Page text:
And...let he who is without sin cast the first scone. That's right, I said "scone" -- which prompted many of you to pronounce my pronunciation wrong, and to make fierce avowals about a vowel.
As It Happens, the Tuesday edition. Radio that's sticking with "scone" over "scawn" -- and that's the long and the short of it.
Our first interview is brought to you by the letters C-R-T and C.
Today, the body that oversees broadcasting in Canada ruled that both CBC's radio music channels could air commercials. C-B-C Radio Two and L'Espace Musique will be allowed to play up to four minutes of ads per hour of broadcasting. This is considerably less, however, than what C-B-C had originally sought, as the broadcaster seeks new forms of revenue in an era of funding cuts.
Hubert Lacroix is the president of the C-B-C. We reached him in Montreal.
|GENUINE NEGRO JIG/CAROLINA CHOCOLATE DROPS|
|ETTA BAKER|| - ||COMPOSER|
|CAROLINA CHOCOLATE DROPS || - ||FOLK GROUP|
|JOE HENRY|| - ||PRODUCER|
The Peace Bridge runs between Fort Erie, Ontario and Buffalo, New York. And while the 1,100-metre structure still stands strong under the millions of cars and trucks that pass over each year, it seems the "peace" aspect of the bridge has collapsed.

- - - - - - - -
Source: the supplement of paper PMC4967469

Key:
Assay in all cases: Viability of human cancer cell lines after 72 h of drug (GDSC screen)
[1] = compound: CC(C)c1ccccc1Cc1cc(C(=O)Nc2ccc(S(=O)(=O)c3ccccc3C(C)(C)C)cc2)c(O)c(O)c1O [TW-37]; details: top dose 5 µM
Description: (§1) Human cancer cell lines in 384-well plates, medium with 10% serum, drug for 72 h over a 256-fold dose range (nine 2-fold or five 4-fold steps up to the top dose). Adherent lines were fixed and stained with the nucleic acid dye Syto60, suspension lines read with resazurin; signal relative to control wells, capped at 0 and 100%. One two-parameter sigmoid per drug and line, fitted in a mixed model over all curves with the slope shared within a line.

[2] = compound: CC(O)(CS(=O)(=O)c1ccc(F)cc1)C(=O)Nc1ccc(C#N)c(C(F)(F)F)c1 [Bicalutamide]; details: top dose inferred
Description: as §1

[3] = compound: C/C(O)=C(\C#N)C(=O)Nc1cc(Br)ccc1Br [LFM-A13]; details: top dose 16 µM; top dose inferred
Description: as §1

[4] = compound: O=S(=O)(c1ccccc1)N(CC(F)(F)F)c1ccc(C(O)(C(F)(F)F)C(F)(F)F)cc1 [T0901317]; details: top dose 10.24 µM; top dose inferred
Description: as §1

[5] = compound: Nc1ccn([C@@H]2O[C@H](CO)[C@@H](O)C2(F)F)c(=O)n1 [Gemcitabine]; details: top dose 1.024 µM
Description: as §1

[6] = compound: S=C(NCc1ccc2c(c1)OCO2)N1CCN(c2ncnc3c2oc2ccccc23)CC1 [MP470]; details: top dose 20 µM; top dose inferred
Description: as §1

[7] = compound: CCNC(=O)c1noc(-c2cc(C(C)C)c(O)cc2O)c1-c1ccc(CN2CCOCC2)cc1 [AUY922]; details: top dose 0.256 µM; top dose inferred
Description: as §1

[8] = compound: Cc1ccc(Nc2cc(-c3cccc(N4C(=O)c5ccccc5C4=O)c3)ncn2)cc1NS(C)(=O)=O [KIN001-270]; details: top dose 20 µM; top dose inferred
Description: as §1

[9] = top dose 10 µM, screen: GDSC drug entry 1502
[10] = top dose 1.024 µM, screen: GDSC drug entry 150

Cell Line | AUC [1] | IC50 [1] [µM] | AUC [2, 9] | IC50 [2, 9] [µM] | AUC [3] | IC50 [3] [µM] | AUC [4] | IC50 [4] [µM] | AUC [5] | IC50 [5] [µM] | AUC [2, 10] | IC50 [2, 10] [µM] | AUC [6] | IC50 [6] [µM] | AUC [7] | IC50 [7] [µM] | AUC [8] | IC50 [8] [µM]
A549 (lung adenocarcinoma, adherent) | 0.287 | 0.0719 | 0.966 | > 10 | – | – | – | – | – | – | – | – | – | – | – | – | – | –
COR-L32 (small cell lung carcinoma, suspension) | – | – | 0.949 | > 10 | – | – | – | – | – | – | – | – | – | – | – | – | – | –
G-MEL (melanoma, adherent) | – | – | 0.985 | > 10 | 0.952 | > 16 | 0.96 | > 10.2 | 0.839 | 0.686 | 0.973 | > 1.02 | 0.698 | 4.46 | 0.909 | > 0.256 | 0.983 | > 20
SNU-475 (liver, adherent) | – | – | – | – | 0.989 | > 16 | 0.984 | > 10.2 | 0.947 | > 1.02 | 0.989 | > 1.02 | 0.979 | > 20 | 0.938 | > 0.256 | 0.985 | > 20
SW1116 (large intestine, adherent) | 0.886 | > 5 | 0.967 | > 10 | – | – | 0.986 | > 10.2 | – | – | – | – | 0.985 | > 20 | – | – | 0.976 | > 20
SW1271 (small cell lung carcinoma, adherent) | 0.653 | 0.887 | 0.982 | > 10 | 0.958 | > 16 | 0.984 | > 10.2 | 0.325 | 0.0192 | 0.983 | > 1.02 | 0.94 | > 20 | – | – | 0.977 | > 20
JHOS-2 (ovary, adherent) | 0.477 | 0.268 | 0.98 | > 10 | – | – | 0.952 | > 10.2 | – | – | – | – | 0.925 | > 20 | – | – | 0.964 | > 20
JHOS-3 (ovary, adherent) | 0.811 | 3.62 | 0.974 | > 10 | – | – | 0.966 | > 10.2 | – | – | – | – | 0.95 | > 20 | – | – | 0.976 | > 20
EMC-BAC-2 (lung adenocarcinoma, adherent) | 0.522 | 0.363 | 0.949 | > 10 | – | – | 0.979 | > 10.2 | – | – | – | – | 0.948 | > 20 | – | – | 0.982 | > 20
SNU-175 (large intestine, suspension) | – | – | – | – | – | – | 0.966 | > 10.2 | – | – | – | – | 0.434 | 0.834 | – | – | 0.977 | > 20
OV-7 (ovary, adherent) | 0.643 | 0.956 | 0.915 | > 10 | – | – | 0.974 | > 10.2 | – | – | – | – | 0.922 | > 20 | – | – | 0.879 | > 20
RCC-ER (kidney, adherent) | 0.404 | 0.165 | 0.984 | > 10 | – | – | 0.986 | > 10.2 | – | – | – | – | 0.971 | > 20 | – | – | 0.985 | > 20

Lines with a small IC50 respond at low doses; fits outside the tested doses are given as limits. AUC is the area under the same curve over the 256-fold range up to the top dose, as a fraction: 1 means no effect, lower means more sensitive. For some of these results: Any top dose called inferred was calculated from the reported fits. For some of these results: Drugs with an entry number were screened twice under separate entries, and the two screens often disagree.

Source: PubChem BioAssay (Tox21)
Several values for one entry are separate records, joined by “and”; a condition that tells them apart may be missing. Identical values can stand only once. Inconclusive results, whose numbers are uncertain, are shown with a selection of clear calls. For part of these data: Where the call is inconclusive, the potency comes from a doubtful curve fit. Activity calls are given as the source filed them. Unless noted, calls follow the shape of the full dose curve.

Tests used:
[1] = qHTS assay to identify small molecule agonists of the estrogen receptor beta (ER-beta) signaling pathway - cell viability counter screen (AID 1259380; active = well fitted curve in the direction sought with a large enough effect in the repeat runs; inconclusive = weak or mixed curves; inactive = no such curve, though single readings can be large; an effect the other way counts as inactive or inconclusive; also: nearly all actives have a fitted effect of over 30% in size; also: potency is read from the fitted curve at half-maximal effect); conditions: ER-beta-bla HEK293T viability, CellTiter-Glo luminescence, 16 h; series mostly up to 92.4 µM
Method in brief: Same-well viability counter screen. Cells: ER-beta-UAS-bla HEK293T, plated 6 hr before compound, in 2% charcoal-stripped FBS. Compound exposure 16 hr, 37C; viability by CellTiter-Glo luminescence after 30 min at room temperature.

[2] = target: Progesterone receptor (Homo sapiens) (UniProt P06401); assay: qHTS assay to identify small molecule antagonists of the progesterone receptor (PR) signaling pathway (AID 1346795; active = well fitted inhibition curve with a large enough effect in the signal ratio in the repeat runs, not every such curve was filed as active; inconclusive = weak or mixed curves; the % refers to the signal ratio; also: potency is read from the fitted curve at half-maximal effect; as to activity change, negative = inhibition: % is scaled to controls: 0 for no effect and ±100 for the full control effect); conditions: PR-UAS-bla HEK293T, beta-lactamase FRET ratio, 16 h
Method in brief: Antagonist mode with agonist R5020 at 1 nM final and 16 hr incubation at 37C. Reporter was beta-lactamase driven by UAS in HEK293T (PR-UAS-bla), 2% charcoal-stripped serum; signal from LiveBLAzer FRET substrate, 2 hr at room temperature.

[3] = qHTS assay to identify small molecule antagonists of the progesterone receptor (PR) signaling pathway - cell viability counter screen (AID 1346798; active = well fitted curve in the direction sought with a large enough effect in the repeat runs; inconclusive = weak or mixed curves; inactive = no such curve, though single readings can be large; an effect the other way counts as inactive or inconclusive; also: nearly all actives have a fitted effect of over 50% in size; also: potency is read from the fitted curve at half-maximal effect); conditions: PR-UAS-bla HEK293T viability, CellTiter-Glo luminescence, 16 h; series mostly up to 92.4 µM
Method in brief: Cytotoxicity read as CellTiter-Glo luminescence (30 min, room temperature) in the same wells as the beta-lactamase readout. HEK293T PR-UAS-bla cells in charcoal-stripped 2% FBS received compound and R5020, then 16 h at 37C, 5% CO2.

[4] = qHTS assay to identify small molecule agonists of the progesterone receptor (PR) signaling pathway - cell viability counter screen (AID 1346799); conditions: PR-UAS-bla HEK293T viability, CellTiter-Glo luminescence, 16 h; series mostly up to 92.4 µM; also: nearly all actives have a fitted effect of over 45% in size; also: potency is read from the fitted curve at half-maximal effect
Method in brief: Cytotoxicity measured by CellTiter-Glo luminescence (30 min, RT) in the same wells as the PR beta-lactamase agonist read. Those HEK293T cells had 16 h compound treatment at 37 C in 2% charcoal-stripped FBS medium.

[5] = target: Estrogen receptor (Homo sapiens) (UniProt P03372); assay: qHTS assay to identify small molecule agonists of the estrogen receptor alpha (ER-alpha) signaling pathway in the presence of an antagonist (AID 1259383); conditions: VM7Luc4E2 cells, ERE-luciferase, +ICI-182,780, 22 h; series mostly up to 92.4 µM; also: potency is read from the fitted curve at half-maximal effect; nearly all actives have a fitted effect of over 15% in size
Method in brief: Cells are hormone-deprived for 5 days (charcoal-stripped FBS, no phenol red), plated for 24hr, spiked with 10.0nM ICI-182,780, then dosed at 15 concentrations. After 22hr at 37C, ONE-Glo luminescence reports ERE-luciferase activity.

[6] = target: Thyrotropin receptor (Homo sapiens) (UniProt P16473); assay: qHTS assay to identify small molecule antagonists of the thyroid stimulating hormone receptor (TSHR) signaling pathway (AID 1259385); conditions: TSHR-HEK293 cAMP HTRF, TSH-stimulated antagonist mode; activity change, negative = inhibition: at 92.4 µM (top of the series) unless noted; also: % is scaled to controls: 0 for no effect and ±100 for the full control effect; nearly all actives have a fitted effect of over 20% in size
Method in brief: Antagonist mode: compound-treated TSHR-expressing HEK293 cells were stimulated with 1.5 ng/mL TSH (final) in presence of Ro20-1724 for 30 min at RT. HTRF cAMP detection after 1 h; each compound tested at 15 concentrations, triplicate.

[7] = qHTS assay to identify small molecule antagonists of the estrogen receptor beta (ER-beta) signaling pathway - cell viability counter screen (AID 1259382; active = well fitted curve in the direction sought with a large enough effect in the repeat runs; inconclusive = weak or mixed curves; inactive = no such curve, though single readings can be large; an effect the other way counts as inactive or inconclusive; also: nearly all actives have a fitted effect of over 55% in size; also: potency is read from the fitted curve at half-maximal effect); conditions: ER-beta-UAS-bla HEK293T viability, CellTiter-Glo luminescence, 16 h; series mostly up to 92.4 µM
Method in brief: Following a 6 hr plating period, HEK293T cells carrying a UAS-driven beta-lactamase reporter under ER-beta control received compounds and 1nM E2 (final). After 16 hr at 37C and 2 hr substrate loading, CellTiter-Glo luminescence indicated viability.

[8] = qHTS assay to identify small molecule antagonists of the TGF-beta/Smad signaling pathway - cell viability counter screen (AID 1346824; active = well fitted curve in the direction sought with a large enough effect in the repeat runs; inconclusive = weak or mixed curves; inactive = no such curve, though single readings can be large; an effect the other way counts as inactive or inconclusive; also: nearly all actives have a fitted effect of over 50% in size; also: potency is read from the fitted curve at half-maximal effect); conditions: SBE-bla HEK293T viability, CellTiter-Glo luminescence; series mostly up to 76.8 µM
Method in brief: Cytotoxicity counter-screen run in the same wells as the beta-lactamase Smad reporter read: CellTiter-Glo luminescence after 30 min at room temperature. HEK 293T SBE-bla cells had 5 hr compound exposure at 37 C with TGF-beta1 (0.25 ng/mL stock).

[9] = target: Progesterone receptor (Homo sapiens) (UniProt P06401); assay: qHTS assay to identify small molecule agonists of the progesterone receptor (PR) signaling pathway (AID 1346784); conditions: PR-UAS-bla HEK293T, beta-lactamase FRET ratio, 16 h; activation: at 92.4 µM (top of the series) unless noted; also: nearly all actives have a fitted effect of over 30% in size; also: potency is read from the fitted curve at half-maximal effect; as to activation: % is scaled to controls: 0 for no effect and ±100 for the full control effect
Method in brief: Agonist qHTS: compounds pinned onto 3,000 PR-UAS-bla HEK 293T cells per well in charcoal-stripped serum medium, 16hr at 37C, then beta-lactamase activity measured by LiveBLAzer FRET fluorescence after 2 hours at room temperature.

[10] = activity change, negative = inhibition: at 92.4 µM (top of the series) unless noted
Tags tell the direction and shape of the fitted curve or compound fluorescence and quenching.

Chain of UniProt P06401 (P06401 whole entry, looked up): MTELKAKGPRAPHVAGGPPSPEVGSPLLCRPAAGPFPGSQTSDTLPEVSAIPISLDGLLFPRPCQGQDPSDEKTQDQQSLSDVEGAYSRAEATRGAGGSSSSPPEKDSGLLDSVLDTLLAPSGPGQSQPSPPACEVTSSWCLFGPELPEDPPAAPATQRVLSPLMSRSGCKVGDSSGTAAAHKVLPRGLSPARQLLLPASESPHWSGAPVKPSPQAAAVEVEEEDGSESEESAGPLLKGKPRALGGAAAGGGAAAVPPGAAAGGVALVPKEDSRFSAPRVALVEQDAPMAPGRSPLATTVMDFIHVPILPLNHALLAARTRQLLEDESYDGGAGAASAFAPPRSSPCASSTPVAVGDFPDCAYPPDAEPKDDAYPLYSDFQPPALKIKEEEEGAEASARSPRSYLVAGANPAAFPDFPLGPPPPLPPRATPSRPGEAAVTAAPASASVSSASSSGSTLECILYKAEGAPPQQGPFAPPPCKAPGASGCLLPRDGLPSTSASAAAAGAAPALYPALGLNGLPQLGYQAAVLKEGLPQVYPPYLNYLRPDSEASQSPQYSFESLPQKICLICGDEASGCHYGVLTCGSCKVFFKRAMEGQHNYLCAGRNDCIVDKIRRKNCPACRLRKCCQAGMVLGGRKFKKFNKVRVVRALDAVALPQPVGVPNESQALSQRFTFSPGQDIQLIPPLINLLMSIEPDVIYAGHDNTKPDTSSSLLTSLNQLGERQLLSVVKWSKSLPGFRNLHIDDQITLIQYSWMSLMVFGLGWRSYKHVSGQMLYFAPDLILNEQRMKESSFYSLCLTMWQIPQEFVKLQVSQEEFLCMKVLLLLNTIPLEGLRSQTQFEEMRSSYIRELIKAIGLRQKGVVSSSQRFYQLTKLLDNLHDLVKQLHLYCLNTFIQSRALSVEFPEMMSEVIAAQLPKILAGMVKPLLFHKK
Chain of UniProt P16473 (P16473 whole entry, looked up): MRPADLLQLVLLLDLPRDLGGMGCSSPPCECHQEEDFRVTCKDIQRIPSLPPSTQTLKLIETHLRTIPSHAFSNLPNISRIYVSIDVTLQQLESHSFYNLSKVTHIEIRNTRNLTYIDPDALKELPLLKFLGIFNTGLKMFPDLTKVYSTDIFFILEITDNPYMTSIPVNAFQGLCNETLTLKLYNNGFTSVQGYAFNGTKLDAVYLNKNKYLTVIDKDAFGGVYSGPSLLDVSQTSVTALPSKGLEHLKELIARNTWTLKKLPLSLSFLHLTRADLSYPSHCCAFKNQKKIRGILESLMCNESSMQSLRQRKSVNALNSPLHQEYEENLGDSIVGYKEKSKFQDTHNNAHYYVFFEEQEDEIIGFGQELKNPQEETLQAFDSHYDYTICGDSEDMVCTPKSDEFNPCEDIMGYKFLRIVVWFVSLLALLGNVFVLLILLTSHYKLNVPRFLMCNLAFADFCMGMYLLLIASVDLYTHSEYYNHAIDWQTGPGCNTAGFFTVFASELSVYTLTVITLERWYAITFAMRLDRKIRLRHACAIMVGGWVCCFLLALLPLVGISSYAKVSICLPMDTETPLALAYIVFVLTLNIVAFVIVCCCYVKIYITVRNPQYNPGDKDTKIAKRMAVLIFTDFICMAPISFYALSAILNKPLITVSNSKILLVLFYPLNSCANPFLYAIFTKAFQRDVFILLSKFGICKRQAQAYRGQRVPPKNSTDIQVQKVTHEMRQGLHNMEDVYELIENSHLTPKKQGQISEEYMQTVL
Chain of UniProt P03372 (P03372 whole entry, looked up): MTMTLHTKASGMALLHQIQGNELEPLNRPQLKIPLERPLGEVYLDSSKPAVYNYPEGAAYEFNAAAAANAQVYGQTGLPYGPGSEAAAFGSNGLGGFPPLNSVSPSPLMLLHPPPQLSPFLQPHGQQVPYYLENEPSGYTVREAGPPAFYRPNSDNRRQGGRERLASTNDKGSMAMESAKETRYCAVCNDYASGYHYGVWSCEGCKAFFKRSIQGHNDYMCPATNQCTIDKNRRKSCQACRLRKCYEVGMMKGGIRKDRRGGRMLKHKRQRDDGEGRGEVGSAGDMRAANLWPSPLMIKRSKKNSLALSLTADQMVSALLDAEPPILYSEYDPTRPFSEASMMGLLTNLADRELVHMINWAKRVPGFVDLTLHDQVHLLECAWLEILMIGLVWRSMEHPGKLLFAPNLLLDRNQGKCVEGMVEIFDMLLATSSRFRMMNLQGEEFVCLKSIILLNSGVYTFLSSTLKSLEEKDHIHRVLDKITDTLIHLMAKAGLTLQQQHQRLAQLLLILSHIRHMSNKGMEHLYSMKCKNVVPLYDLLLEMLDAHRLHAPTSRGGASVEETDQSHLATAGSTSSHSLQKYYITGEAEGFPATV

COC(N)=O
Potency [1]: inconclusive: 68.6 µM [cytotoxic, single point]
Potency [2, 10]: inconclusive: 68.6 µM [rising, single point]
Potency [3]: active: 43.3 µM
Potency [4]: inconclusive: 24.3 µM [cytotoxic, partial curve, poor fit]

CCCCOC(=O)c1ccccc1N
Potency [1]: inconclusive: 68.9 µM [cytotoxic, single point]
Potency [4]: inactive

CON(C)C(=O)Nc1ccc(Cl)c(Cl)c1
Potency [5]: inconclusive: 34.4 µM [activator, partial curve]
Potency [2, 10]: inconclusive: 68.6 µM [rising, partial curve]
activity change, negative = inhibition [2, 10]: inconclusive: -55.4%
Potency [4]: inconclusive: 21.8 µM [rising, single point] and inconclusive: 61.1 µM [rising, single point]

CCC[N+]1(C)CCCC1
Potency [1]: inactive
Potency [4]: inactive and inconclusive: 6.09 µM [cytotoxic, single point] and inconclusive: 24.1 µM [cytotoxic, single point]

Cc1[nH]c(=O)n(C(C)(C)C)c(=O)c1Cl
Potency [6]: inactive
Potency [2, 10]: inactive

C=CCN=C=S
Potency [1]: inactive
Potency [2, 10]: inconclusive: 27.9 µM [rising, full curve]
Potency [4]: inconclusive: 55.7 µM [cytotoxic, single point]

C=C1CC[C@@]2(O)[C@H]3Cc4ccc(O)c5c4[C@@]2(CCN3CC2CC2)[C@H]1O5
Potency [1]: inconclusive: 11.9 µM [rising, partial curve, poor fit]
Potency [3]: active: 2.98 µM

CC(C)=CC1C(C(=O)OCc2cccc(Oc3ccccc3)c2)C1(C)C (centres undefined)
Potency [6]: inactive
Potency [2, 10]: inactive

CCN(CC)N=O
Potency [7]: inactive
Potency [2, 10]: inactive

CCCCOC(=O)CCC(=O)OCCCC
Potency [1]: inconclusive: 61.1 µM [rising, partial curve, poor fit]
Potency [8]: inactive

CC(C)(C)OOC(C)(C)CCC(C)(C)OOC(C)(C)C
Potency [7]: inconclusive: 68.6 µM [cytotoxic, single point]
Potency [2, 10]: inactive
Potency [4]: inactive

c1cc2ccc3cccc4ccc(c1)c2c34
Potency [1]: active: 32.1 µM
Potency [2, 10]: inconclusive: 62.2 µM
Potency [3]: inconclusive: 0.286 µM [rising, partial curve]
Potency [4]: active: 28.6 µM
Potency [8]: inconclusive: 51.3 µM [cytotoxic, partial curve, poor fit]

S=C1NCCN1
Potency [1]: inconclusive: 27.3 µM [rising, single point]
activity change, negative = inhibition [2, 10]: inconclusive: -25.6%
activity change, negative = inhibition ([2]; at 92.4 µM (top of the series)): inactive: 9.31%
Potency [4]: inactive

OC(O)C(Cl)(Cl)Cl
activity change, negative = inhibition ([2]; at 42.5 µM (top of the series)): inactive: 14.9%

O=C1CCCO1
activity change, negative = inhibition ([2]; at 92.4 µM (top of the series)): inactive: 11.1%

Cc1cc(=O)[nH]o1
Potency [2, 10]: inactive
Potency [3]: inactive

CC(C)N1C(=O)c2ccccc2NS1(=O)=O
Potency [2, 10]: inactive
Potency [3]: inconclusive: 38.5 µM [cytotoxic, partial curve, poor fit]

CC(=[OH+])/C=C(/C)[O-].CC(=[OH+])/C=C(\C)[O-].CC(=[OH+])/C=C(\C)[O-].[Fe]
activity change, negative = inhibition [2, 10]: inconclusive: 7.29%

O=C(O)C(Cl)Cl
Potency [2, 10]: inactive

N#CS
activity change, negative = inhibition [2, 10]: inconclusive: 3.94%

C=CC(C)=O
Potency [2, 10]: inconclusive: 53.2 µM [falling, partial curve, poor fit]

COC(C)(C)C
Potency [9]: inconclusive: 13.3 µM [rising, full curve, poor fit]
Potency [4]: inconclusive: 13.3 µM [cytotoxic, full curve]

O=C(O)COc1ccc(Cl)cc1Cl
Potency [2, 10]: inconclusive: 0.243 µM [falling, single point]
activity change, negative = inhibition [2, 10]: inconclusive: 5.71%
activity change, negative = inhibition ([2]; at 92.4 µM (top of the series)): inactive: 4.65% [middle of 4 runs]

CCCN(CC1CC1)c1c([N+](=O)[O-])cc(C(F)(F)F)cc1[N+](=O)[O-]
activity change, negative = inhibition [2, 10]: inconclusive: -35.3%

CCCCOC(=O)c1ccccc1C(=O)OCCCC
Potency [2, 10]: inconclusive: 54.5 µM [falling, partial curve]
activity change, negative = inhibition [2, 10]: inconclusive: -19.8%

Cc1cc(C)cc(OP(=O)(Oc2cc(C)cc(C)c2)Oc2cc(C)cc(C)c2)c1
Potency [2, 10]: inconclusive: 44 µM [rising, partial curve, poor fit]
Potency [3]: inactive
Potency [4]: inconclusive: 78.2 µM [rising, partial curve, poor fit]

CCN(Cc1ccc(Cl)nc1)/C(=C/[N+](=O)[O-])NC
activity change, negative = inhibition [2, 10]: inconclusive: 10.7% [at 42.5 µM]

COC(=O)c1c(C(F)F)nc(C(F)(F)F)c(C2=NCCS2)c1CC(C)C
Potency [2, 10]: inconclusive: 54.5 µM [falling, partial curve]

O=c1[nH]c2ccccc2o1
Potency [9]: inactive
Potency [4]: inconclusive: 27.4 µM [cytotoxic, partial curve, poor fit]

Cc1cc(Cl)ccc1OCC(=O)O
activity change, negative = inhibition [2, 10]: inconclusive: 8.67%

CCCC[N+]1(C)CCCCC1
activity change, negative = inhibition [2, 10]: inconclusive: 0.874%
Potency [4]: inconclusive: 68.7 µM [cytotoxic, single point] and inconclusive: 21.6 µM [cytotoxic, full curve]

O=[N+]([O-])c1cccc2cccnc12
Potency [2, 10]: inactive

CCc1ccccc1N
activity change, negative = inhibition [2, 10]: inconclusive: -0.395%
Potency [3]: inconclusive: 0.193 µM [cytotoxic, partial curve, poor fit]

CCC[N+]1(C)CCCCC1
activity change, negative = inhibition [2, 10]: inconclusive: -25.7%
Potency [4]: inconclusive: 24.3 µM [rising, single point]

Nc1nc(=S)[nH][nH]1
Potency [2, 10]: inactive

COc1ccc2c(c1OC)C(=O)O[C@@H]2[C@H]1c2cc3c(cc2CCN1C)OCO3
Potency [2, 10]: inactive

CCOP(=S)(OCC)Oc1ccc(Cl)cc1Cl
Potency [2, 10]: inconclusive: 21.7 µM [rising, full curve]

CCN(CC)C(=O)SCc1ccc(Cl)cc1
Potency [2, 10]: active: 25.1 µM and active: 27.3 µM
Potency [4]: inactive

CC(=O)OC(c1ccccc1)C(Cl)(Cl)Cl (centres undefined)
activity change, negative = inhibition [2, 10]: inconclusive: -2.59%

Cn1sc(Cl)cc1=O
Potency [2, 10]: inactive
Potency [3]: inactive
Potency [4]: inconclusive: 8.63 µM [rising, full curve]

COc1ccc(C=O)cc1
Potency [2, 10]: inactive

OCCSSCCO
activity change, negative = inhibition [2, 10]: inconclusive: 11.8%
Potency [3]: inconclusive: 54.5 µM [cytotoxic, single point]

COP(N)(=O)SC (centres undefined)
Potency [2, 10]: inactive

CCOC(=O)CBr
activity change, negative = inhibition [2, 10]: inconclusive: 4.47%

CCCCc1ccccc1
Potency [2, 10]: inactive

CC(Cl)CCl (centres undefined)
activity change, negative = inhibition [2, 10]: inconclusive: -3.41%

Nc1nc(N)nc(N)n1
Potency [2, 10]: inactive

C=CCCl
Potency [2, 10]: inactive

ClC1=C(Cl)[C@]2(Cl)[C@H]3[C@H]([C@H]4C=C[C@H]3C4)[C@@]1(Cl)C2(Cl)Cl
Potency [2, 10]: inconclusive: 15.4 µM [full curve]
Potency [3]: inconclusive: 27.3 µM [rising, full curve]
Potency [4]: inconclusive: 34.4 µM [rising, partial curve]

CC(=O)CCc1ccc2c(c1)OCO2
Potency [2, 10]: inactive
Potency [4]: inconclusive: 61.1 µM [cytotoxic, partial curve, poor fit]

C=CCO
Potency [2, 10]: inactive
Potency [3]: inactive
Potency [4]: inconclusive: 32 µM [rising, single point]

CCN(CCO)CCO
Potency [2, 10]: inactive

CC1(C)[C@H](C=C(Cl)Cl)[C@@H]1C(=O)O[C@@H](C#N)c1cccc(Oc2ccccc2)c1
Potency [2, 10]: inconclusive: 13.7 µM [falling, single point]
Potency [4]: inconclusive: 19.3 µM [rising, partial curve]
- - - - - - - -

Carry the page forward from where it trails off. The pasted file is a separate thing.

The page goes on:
George Maziarz is a New York state Senator. We reached Senator Maziarz in Syracuse, to learn more about the war of words that has erupted between the U.S. and Canadian officials who oversee the Peace Bridge.
|BEAUTIES || - ||COMPOSER|
|PAUL PFISTERER|| - ||WRITER|
|BEAUTIES || - ||ENS IN-V|
The government of Canada is no friend of Cindy Blackstock. But that didn't stop federal officials from monitoring the First Nations activist on Facebook -- a move that the Privacy Commissioner now says violated her rights.